Mediterranean, Italian Food at the Doty Chehalis River Gage

Headwaters to Harbor: Family Behind Former Willapa Hills Family Farm and Creamery Finds Success With New Venture


Editor’s Note: This story is part of "Headwaters to Harbor," a project by The Chronicle to document the Chehalis River from Pe Ell to Grays Harbor while highlighting people and issues connected to the river along the way. Our coverage is compiled online at

Food from a barn on the Chehalis River doesn’t necessarily conjure high expectations.

Fortunately for Owl and Olive owners Stephen Hueffed and his wife, Amy, that means customers are regularly wowed.

The restaurant, which serves Mediterranean and Italian inspired cuisine, is located on the same property as the United States Geological Survey (USGS) Chehalis River gage at Doty.

The gage was washed out entirely by the flood of 2007.

Nailed into a concrete block buried in the ground with a thick cable stretched across the river banks, washing it out is no small feat for a river.

Then again, the ‘07 flood also took out entire bridges just a ways downstream.

At the time, the family was running Willapa Hills Family Farm and Creamery, but fortunately made it through the flood without major damage to their property or livestock.

“Black Sheep Creamery lost their sheep (in the flood). Sheep, once they get saturated, at some point, they get exhausted, they’ll drown because their wool holds so much water. We lucked out,” Stephen Hueffed said. “Our fields were no worse than any other November.”

The channel near the Doty gage is deeper and wider than it becomes downstream. Just on the other side of Rainbow Falls, families were being rescued off their roofs.

“We had little to complain about,” Hueffed said. “We’re really lucky.”

About six years ago, the family turned its barn into a venue for weddings and musical performances. Between the venue business and the creamery’s success, eventually Hueffed said he reached a point where it was time to step away or grow way bigger than they’d hoped. They chose the former.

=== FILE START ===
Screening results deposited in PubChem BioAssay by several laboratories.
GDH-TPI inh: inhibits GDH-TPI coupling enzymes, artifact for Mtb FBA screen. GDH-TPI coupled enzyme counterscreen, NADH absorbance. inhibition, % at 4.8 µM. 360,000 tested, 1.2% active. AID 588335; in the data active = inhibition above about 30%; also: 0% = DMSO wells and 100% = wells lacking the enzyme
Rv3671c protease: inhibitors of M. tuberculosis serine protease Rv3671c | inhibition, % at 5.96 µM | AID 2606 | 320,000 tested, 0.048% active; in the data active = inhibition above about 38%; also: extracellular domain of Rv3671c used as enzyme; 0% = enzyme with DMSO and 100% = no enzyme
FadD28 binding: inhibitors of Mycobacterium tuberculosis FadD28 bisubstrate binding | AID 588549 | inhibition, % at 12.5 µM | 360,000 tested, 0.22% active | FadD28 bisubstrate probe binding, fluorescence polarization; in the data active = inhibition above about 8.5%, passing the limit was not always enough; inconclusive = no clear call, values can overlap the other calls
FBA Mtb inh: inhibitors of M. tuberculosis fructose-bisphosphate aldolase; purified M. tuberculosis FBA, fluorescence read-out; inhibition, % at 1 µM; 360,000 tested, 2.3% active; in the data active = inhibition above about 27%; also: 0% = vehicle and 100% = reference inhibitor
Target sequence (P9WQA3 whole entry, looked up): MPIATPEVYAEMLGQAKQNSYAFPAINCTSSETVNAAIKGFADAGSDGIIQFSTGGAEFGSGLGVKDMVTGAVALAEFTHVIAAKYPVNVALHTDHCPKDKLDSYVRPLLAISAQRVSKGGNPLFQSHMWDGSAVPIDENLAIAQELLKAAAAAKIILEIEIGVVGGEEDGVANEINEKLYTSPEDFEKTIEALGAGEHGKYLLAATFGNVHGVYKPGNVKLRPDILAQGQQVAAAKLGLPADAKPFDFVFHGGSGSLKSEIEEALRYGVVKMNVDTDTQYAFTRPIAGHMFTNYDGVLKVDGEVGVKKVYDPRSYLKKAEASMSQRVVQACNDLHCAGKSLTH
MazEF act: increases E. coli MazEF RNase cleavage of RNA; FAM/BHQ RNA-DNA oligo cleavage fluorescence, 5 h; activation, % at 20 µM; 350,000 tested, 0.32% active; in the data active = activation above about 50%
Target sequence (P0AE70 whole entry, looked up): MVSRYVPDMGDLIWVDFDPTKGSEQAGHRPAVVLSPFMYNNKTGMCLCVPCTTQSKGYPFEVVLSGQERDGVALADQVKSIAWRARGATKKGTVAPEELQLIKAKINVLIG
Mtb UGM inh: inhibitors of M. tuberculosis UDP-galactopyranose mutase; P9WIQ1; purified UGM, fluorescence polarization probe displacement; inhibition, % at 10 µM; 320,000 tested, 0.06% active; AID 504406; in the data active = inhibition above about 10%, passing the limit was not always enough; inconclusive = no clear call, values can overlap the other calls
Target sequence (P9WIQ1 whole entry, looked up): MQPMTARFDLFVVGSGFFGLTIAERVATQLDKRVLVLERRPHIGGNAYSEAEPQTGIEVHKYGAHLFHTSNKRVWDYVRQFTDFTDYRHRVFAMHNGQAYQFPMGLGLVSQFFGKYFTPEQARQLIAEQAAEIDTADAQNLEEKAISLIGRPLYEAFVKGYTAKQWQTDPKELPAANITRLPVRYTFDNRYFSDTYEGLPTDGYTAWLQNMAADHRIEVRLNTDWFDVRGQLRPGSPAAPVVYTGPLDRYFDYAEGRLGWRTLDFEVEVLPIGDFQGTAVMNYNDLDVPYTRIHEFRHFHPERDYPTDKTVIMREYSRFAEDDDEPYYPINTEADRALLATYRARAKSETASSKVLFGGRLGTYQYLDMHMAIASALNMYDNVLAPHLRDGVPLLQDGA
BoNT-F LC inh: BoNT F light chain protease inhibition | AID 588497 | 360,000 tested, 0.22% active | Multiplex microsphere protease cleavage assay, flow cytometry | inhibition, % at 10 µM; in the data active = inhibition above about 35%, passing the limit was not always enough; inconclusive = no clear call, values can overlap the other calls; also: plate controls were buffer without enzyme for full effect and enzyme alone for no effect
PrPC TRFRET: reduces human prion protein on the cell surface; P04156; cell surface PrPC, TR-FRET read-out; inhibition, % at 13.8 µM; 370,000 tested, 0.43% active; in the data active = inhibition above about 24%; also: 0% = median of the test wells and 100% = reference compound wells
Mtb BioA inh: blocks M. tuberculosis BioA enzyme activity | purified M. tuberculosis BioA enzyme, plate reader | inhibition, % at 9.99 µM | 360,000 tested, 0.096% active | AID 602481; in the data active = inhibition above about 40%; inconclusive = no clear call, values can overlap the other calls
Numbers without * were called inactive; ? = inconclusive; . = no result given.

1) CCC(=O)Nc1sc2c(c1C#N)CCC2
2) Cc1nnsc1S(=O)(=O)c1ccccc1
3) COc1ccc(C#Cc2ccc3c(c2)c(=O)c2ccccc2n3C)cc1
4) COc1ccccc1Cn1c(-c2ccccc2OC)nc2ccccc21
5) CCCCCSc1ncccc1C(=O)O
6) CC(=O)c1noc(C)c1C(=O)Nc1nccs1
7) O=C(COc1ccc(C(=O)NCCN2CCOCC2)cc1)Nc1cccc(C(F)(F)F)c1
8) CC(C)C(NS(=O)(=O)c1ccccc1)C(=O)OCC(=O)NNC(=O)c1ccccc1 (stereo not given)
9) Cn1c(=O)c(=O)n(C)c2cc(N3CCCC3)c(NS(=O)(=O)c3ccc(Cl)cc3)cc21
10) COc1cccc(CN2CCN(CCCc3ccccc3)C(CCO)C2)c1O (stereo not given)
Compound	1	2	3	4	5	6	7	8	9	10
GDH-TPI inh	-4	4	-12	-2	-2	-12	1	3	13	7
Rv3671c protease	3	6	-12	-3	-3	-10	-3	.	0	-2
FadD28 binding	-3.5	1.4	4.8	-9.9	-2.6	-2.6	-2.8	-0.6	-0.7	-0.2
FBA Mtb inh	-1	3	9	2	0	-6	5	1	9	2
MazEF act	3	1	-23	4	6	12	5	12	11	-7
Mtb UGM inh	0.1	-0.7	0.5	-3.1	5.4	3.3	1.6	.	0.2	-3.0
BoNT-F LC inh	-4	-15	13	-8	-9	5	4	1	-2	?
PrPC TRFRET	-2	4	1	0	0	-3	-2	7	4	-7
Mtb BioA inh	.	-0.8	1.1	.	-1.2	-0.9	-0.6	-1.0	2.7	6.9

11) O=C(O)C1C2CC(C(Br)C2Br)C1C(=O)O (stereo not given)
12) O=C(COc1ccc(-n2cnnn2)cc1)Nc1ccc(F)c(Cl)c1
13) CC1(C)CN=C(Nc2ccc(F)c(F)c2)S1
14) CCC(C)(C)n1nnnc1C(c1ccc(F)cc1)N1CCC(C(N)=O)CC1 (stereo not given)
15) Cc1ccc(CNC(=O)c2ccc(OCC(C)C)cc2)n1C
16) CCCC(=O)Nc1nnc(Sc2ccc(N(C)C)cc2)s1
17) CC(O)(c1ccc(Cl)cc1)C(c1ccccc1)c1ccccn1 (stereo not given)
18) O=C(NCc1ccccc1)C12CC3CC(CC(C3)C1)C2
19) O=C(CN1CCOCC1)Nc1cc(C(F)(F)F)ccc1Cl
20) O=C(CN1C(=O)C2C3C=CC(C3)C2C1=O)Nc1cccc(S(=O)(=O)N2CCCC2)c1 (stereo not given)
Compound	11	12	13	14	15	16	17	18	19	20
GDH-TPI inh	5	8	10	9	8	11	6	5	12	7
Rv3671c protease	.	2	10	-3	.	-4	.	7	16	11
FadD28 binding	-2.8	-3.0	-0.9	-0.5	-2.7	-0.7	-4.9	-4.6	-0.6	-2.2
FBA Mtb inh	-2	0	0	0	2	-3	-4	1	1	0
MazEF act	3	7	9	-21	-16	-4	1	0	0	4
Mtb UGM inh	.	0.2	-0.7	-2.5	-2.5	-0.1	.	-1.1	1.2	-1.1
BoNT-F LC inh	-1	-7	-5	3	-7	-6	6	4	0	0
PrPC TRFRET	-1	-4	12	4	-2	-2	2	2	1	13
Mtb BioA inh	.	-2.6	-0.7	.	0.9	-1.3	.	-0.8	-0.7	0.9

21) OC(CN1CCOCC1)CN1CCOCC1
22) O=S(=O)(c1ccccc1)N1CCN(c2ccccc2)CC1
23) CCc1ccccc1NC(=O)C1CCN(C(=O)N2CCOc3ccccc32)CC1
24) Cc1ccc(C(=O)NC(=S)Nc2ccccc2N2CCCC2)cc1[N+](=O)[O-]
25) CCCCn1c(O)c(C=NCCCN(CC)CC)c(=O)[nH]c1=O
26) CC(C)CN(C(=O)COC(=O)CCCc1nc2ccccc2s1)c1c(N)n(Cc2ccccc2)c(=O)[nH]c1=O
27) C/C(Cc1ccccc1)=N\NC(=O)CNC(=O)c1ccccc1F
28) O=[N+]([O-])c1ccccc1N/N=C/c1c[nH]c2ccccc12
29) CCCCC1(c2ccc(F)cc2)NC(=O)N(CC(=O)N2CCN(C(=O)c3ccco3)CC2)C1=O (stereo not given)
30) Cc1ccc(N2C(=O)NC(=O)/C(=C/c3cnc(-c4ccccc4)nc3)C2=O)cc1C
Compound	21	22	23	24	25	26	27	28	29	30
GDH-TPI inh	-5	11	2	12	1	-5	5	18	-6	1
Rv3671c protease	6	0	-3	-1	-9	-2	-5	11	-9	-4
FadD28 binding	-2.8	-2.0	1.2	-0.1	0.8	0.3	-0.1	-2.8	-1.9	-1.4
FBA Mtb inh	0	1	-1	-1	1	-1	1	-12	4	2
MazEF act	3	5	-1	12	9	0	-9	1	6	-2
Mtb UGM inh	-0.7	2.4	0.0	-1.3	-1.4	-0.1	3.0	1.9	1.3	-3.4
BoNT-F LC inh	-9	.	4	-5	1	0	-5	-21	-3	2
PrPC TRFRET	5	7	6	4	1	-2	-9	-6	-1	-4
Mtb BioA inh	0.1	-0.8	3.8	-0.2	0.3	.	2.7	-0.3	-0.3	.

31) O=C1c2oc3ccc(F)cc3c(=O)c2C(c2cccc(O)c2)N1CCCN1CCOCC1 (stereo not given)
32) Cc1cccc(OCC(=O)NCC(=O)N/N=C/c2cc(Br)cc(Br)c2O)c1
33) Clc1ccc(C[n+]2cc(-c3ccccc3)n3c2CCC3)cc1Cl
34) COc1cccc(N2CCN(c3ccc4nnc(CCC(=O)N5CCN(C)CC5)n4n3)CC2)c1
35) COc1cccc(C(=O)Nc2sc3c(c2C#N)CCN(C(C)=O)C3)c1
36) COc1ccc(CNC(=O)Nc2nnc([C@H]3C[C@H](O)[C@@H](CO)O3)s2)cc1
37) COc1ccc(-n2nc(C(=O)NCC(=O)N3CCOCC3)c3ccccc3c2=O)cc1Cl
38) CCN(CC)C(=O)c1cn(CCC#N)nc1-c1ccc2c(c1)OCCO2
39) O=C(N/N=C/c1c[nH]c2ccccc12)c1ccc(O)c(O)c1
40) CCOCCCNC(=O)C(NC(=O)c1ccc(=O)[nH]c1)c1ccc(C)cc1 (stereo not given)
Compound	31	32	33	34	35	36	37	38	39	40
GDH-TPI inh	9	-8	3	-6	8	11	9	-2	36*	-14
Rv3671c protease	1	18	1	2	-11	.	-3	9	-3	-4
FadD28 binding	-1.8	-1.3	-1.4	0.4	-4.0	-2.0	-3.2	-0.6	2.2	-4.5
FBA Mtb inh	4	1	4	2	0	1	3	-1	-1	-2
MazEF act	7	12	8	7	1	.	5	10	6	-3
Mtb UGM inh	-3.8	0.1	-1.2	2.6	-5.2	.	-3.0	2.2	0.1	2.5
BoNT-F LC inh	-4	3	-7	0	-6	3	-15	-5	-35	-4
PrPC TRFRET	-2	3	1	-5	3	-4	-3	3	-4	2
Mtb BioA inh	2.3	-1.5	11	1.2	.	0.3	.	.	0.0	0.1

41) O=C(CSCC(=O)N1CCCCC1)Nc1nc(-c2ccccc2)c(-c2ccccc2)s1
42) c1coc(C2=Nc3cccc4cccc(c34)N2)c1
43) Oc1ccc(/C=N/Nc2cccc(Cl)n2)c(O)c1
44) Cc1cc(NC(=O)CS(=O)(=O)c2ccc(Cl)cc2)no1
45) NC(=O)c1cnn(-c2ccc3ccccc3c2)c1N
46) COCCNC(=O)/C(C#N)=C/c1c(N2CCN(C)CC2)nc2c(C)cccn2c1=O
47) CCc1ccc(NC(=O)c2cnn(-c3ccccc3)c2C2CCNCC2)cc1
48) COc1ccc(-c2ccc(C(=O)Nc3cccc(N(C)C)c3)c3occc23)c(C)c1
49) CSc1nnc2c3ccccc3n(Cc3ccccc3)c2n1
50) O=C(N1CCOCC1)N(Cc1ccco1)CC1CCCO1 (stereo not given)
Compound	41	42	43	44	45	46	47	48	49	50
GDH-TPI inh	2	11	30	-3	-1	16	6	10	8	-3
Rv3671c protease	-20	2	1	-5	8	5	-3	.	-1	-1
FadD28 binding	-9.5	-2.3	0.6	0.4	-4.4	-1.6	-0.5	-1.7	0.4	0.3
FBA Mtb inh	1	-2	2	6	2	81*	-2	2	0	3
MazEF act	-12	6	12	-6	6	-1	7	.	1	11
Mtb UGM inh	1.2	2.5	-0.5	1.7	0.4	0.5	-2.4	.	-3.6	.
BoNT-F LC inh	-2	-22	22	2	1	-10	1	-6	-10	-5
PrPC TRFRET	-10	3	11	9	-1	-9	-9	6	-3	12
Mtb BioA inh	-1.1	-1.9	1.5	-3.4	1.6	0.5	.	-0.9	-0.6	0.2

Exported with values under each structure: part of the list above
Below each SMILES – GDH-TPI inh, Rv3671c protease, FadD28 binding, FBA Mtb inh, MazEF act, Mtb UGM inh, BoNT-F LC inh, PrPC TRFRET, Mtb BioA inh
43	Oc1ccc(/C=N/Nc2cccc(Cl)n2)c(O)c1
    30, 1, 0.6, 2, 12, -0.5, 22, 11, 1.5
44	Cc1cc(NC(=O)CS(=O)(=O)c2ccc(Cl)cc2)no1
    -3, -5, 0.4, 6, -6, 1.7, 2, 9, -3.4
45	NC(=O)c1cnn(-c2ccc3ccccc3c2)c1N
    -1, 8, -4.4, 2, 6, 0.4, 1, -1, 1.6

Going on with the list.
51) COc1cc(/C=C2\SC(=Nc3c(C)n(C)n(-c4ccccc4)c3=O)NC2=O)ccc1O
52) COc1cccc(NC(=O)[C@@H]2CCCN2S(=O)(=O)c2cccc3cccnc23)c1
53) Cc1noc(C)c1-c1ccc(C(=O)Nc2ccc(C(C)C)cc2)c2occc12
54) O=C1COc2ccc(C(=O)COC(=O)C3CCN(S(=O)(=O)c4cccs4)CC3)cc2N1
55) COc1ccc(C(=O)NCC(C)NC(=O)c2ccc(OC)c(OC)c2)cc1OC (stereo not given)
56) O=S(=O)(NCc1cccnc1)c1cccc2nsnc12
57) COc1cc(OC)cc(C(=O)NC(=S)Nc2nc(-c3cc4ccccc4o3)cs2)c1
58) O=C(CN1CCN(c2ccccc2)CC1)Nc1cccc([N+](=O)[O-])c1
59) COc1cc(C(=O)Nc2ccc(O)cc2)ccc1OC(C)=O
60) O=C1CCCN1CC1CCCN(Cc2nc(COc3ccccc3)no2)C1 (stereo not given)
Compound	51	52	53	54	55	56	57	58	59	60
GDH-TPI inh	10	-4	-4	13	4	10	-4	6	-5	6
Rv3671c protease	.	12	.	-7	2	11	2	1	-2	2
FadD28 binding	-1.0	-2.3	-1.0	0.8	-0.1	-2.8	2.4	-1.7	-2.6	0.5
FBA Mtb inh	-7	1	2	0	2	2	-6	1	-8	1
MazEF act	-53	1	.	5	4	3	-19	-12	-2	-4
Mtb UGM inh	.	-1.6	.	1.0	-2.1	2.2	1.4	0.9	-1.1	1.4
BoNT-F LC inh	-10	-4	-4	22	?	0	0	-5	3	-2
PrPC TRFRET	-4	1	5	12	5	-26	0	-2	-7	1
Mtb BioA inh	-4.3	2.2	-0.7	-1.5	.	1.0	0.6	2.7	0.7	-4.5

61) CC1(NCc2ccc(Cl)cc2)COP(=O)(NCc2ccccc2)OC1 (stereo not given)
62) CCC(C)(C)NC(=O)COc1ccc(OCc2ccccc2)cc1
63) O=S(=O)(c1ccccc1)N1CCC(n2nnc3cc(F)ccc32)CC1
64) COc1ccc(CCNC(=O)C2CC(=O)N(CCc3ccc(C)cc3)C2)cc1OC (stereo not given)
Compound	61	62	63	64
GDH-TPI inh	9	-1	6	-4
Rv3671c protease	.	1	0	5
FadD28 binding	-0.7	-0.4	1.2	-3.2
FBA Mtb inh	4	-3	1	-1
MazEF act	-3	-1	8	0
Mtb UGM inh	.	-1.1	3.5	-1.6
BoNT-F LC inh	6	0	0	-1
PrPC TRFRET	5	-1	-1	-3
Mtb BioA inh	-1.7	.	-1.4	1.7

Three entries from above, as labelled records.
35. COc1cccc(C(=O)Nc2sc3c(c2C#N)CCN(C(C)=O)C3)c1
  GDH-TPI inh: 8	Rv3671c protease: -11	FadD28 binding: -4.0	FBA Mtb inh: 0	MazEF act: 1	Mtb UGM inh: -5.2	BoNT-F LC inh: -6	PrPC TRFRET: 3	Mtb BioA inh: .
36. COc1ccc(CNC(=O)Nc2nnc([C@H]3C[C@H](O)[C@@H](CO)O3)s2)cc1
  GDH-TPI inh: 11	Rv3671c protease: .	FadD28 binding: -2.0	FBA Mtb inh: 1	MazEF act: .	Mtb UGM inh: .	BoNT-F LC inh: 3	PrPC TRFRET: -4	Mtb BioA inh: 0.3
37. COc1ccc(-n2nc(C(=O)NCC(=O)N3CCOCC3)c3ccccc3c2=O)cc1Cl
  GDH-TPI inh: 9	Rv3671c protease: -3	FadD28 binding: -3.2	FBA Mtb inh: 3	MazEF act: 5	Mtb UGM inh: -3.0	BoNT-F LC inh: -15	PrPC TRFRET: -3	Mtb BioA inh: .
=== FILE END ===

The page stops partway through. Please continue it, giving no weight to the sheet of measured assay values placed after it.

They still run the venue business, mostly attracting the crowds interested in a barn wedding with a jazzed-up style, rather than the traditional shabby chic aesthetic. Plus, weddings there can be held with the backdrop of the beautiful Chehalis River.

But in place of their family farm and creamery came a new adventure: the Owl and Olive.

Hueffed works as the wait staff. Lunches get crazy, he said, but their reservation-only system for dinner is working well. In the summer, the restaurant may expand by using outdoor tables.

The couple has enjoyed reuniting with old friends by random chance, meeting new people and adding diversity to the cuisine of the area.

“We draw 90% of our customers from Centralia to South Bend,” Hueffed said. “They're just pleasantly surprised. And we get a fair number of locals, but we're not competing with Evey's or the pub in the general sense because the menu is just so different.”

The restaurant has just three tables and an open concept kitchen allowing all people in the small room the ability to chat.

“What I like about this is the environment, the intimacy and the approachability of it. The uniqueness of it, we benefit from,” Hueffed said. “If you open a restaurant in Pioneer Square in Seattle or, wherever in Portland, people are walking in with really high expectations. You say you get a sandwich in a barn in Doty, the bar they come in with is really low — and then we surpass it.”

If You Go

Facebook: @owlandolivecafe


Address: 4680 state Route 6

Phone: 360-880-0212

Hours: 11 a.m. to 8 p.m. Thursday, Friday, Sunday; 11 a.m. to 3 p.m. Saturday. Dinners by reservation only.